Flora MacDonald (1722 – 1790)
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This blog post was written by Amy Lyall, a student journalist. You can find more of her excellent stuff here: https://amylyallwrites.wordpress.com or on Twitter @amylyall1.
Small but mighty; Flora MacDonald is widely considered one of the most romanticised heroines in Scottish history. Born in 1722 on the island of South Uist in the Outer Hebrides, she was described by author James Boswell as: “a little woman, of a genteel appearance, and uncommonly mild and well bred.” Flora is primarily remembered for aiding in the escape of Bonnie Prince Charlie, who was on the run following his defeat at Culloden in the Jacobite rising of 1745.
Aged 24, Flora was persuaded to accompany Prince Charles Edward Stuart on a boat from Benbecula to the Isle of Skye, saving his life and risking her own in an act of earnest charity. Despite the £30,000 reward for his capture, and fearing the consequences for her family, Flora dressed the prince in a blue and white dress, disguising him as an Irish spinning maid named Betty Burke. Upon reaching Kilmuir, the pair travelled across the island towards Portree, consistently seeking refuge from the enclosing British army ‘redcoats’. The following day, the prince continued to the island of Raasay, before hailing a warship named L'Heureux, which was headed for France. On parting, he presented Flora with a locket containing his portrait, uttering: "I hope, madam, that we may meet in St James's yet."
Flora and Charles were never reunited, however, when rumours of the smuggled prince reached England, Flora was punished for her actions. She was imprisoned at Dunstaffnage Castle in Oban and then moved to the Tower of London before being released under a general amnesty in 1747.
The tale of Flora’s courageous act has been eternalised through the lyrics of The Skye Boat Song – a classic folk tune which remains popular today, even being adapted to score the opening titles of the TV series, Outlander.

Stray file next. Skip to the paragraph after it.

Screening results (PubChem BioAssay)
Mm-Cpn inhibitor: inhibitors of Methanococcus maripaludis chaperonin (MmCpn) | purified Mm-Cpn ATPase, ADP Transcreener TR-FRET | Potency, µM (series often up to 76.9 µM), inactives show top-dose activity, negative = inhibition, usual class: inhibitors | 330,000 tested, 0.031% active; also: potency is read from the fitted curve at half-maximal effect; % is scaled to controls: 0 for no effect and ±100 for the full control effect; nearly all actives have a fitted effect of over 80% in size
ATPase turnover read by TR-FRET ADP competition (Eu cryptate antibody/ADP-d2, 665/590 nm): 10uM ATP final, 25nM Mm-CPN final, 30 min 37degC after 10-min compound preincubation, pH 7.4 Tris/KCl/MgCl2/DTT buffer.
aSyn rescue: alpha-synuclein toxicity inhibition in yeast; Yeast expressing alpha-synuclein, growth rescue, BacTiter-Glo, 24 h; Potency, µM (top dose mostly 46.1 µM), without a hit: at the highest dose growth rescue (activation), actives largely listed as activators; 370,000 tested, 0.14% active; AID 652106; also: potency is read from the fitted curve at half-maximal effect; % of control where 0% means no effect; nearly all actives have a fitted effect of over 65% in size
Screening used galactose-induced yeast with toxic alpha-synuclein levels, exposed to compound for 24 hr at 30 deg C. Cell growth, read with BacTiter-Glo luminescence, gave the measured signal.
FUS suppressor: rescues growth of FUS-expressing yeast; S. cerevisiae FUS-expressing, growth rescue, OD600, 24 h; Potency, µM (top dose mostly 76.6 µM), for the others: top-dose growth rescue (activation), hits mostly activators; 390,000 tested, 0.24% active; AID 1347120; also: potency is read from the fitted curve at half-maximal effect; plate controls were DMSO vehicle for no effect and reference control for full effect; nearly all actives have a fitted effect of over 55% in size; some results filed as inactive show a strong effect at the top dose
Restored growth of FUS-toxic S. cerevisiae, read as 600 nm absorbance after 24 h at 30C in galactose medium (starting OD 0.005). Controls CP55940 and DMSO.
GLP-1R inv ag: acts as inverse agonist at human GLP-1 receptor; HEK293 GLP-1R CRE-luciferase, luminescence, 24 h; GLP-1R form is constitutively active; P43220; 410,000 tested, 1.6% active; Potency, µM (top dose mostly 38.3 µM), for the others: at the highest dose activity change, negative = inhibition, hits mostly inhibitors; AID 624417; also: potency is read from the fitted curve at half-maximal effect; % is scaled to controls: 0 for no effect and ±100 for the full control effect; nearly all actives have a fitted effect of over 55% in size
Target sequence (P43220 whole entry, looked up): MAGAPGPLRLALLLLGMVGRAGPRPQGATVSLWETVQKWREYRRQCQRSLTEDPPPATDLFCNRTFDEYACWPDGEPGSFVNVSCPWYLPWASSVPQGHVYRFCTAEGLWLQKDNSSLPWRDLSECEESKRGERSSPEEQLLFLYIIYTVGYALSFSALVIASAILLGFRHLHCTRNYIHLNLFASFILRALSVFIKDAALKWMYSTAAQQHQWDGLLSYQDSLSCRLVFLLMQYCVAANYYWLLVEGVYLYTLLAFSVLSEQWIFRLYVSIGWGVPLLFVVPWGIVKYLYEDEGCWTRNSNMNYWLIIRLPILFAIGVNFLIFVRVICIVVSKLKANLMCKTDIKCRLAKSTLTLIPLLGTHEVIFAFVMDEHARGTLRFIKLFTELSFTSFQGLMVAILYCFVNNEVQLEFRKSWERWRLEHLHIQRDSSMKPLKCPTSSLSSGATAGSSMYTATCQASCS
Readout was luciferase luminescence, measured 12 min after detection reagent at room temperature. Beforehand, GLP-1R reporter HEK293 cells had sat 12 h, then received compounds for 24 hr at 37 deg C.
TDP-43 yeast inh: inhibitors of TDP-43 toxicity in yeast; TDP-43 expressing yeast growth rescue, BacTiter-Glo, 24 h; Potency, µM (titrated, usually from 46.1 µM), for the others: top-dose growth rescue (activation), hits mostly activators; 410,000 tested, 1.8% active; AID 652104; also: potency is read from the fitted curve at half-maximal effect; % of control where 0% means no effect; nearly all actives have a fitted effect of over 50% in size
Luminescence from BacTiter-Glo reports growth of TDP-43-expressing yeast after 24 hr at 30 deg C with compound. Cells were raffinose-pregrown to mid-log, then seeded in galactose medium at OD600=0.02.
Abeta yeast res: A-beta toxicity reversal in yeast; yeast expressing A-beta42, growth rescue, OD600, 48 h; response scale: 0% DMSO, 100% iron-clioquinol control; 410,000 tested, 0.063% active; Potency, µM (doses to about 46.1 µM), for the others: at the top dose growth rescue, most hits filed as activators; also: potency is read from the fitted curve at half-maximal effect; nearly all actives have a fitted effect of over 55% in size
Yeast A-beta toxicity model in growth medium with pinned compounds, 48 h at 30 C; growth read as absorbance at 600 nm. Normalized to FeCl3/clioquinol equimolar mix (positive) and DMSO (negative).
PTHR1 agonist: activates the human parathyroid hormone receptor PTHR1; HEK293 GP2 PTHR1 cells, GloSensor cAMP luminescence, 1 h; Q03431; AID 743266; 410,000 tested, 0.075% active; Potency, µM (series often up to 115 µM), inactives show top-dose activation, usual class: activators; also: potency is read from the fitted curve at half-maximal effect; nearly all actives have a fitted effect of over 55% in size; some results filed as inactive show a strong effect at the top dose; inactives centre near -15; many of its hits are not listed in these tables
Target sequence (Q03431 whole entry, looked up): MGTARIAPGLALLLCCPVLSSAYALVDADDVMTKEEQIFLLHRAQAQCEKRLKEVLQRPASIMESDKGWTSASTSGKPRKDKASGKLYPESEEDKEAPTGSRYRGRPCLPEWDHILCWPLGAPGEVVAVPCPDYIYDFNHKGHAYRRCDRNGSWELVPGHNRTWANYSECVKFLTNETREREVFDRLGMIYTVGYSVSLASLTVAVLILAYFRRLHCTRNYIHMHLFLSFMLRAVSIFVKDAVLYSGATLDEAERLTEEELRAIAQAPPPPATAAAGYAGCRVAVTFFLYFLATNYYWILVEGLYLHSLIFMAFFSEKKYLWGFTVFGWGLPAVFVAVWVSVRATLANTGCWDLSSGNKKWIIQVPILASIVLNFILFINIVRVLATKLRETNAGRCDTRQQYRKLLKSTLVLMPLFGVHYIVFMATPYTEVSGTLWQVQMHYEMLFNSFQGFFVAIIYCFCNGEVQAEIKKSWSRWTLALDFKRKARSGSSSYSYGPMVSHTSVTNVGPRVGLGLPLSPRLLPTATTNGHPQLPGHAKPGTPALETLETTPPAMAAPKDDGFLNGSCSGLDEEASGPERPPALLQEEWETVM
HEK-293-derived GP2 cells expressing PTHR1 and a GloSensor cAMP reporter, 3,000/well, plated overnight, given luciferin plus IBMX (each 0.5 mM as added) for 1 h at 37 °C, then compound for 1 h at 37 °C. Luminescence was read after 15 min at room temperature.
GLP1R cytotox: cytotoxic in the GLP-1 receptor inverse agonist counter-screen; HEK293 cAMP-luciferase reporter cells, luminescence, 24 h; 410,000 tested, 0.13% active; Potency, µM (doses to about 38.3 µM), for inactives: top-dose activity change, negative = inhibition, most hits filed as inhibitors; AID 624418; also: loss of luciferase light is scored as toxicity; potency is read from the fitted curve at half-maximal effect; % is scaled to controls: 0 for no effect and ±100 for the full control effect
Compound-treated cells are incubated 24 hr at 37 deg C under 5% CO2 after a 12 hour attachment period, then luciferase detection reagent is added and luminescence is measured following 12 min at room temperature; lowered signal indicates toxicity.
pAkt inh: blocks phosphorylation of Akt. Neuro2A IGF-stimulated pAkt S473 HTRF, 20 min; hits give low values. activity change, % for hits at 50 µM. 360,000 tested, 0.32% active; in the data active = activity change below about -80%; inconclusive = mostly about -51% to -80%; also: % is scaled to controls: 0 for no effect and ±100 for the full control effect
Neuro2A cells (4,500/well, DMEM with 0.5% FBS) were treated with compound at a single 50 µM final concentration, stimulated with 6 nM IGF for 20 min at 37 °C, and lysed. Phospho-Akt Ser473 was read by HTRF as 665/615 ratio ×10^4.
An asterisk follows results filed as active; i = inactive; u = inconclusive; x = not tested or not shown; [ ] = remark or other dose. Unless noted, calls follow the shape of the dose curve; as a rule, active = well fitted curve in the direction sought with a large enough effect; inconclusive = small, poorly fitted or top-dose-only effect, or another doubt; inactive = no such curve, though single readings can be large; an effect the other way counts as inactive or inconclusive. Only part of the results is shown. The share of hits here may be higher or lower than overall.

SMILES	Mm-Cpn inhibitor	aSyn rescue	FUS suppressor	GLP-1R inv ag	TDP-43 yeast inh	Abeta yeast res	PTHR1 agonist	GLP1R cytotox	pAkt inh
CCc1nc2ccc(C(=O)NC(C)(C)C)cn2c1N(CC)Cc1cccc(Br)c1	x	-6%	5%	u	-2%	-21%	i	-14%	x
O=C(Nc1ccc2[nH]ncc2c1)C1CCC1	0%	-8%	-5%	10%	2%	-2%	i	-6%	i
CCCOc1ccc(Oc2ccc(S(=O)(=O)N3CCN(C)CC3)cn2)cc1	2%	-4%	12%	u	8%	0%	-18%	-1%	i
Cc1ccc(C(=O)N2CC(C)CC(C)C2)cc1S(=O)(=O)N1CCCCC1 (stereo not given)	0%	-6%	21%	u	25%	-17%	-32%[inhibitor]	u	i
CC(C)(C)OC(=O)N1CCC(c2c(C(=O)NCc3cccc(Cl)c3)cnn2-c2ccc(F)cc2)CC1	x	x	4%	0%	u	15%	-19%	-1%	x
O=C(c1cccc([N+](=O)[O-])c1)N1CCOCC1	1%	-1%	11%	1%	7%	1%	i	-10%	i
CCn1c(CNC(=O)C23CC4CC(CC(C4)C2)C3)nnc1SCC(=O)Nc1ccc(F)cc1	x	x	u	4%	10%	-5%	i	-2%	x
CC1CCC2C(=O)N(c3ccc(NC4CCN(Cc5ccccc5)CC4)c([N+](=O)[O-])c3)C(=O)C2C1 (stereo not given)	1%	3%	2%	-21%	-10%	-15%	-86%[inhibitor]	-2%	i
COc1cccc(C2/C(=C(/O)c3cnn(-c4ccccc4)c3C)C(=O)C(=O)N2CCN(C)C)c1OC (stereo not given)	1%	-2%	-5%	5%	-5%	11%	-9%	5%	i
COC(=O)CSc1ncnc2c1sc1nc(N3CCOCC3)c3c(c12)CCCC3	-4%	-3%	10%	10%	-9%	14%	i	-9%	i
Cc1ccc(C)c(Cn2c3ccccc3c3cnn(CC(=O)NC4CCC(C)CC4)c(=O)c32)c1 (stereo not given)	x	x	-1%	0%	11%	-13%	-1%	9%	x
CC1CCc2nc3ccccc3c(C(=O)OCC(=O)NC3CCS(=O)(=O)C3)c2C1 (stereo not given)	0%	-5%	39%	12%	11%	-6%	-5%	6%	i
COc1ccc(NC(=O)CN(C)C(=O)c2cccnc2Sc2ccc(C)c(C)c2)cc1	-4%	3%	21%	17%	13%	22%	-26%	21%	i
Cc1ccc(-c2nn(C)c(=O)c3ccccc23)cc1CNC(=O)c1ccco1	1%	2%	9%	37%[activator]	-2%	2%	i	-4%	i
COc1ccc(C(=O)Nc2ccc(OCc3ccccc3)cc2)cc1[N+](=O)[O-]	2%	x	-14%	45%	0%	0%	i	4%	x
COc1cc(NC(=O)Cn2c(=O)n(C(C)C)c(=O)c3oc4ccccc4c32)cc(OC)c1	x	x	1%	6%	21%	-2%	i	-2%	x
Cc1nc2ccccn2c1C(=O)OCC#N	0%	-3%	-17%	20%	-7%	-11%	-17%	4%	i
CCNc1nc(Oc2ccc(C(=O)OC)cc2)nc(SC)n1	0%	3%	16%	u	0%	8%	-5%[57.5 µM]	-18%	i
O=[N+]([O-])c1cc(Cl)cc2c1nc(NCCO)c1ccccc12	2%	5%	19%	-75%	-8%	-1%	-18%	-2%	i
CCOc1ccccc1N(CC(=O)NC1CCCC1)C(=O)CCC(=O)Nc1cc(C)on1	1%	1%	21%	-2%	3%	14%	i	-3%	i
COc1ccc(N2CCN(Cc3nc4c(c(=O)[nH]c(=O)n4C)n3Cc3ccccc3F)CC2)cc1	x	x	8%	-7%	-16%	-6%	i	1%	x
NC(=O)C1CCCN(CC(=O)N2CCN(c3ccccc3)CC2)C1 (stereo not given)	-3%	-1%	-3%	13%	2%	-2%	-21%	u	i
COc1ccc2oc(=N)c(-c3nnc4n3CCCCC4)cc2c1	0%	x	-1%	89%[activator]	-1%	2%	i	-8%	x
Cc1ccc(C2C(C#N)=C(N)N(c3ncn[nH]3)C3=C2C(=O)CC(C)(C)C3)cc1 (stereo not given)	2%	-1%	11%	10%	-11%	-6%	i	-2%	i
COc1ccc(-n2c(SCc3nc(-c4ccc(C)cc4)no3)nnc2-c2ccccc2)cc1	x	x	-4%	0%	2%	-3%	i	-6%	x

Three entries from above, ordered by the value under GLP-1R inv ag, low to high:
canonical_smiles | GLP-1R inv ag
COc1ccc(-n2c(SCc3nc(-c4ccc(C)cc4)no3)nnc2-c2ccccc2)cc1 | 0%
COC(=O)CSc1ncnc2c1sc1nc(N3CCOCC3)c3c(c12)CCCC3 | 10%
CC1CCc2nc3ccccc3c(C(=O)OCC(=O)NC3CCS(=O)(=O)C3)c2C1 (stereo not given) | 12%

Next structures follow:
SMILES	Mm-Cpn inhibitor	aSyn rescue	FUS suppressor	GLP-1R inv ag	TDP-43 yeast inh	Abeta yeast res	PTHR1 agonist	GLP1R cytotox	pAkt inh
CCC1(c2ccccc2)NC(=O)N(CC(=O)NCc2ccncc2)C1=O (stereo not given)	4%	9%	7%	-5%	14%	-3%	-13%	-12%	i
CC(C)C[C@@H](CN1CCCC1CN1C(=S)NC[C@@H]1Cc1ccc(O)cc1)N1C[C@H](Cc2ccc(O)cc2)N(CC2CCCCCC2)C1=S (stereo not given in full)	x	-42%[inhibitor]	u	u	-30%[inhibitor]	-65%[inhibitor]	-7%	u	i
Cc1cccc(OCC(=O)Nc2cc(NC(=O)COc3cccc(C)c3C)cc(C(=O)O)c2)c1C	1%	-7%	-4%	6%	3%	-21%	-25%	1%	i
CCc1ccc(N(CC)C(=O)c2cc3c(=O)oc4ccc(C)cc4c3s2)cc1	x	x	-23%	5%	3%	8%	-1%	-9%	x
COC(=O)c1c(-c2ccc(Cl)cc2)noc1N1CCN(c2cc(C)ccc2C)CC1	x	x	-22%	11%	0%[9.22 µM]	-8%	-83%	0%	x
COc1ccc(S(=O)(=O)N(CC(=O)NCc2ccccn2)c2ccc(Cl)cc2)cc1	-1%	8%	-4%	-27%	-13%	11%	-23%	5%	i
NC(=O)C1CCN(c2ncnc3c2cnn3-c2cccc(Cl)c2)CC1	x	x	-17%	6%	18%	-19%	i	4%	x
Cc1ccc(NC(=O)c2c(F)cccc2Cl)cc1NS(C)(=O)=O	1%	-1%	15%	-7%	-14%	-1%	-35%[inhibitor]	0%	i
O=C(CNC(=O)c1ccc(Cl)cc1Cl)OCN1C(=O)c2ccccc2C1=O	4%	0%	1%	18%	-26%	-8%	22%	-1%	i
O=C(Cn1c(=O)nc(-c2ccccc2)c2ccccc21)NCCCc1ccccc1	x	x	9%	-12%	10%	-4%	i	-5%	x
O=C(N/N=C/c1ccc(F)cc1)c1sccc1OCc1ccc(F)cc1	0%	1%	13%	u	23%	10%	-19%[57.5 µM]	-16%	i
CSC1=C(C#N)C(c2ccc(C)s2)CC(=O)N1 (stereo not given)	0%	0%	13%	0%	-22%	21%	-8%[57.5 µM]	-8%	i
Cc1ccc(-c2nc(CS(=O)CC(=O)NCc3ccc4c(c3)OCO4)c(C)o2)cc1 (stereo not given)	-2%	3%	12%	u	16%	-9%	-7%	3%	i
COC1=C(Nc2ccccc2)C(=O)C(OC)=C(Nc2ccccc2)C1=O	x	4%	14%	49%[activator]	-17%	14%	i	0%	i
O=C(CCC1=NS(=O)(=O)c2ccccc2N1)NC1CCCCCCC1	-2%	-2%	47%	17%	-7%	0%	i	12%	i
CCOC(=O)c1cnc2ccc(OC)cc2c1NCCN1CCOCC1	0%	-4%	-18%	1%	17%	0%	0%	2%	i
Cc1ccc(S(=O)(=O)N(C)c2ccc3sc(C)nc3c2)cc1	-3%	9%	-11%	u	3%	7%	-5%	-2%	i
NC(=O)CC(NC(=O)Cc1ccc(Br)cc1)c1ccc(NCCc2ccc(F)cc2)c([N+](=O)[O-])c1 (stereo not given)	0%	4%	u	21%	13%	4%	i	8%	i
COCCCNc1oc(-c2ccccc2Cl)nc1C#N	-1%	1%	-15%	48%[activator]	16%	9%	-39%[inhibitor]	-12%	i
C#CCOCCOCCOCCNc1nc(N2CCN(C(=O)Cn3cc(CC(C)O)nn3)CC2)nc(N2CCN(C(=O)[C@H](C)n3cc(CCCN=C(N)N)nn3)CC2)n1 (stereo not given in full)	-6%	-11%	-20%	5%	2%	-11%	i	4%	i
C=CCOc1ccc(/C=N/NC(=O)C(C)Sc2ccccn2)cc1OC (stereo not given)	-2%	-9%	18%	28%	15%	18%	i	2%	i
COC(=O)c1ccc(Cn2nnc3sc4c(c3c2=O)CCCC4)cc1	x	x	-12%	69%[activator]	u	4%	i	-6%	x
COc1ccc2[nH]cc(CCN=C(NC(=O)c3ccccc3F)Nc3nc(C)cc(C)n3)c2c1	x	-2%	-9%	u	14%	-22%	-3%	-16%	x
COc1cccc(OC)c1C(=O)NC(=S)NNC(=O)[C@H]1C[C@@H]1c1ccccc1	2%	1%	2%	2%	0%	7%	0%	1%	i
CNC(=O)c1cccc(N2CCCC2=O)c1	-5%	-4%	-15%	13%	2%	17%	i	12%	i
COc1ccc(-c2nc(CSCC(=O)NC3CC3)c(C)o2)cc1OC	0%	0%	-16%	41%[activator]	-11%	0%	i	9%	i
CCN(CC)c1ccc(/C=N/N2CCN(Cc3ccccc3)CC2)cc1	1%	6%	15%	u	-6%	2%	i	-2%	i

However, Flora’s story does not end there. Three years after being released from prison, she married Allan MacDonald, a captain in the British army. The couple had seven children, two of whom were lost at sea on separate occasions. Due to financial troubles and rent disagreement, the family emigrated to North Carolina in 1774, settling alongside a community of Highlanders on an estate named Killegray.
The following year brought the break of the American Revolution, in which Flora’s husband rallied a British militia of around 1,000 men. In 1776, the group was attacked by American forces, with Allan and son Alexander being taken captive. Having been evicted from her home at Killegray and losing all possessions, Flora took her children to New York before finally reuniting with her husband in Nova Scotia in 1778. Flora soon decided to return to Skye; however, meeting further misfortune, her journey was intercepted as their ship was attacked by French privateers. Flora, forever a symbol of resilience, refused to go below deck during the fighting and was wounded in the arm.
After spending her final years on the island, Flora died on 5 March 1790 upon the bed of which slept the Bonnie Prince during his stay in Skye. Preserving the legend, Flora was shrouded in the prince’s bedsheet before burial at Kilmuir Cemetery. The funeral is said to have been attended by 3,000 mourners, drinking 300 gallons of whisky between them. Her gravestone, a Celtic cross, is marked with the words of Dr Samuel Johnson, who met with Flora whilst touring the Highlands: "The preserver of Prince Charles Edward Stuart will be mentioned in history and if courage and fidelity be virtues, mentioned with honour.”
In 1896, this same inscription was carved below the statue of Flora which stands before Inverness Castle; a spot also marking the beginning and end of Scotland’s North Coast 500. Tourists, travellers and locals alike are welcomed and bid farewell by this legendary Jacobite figure who gazes down the great glen of the River Ness - an image of allegiance and amity, admired even by her enemies.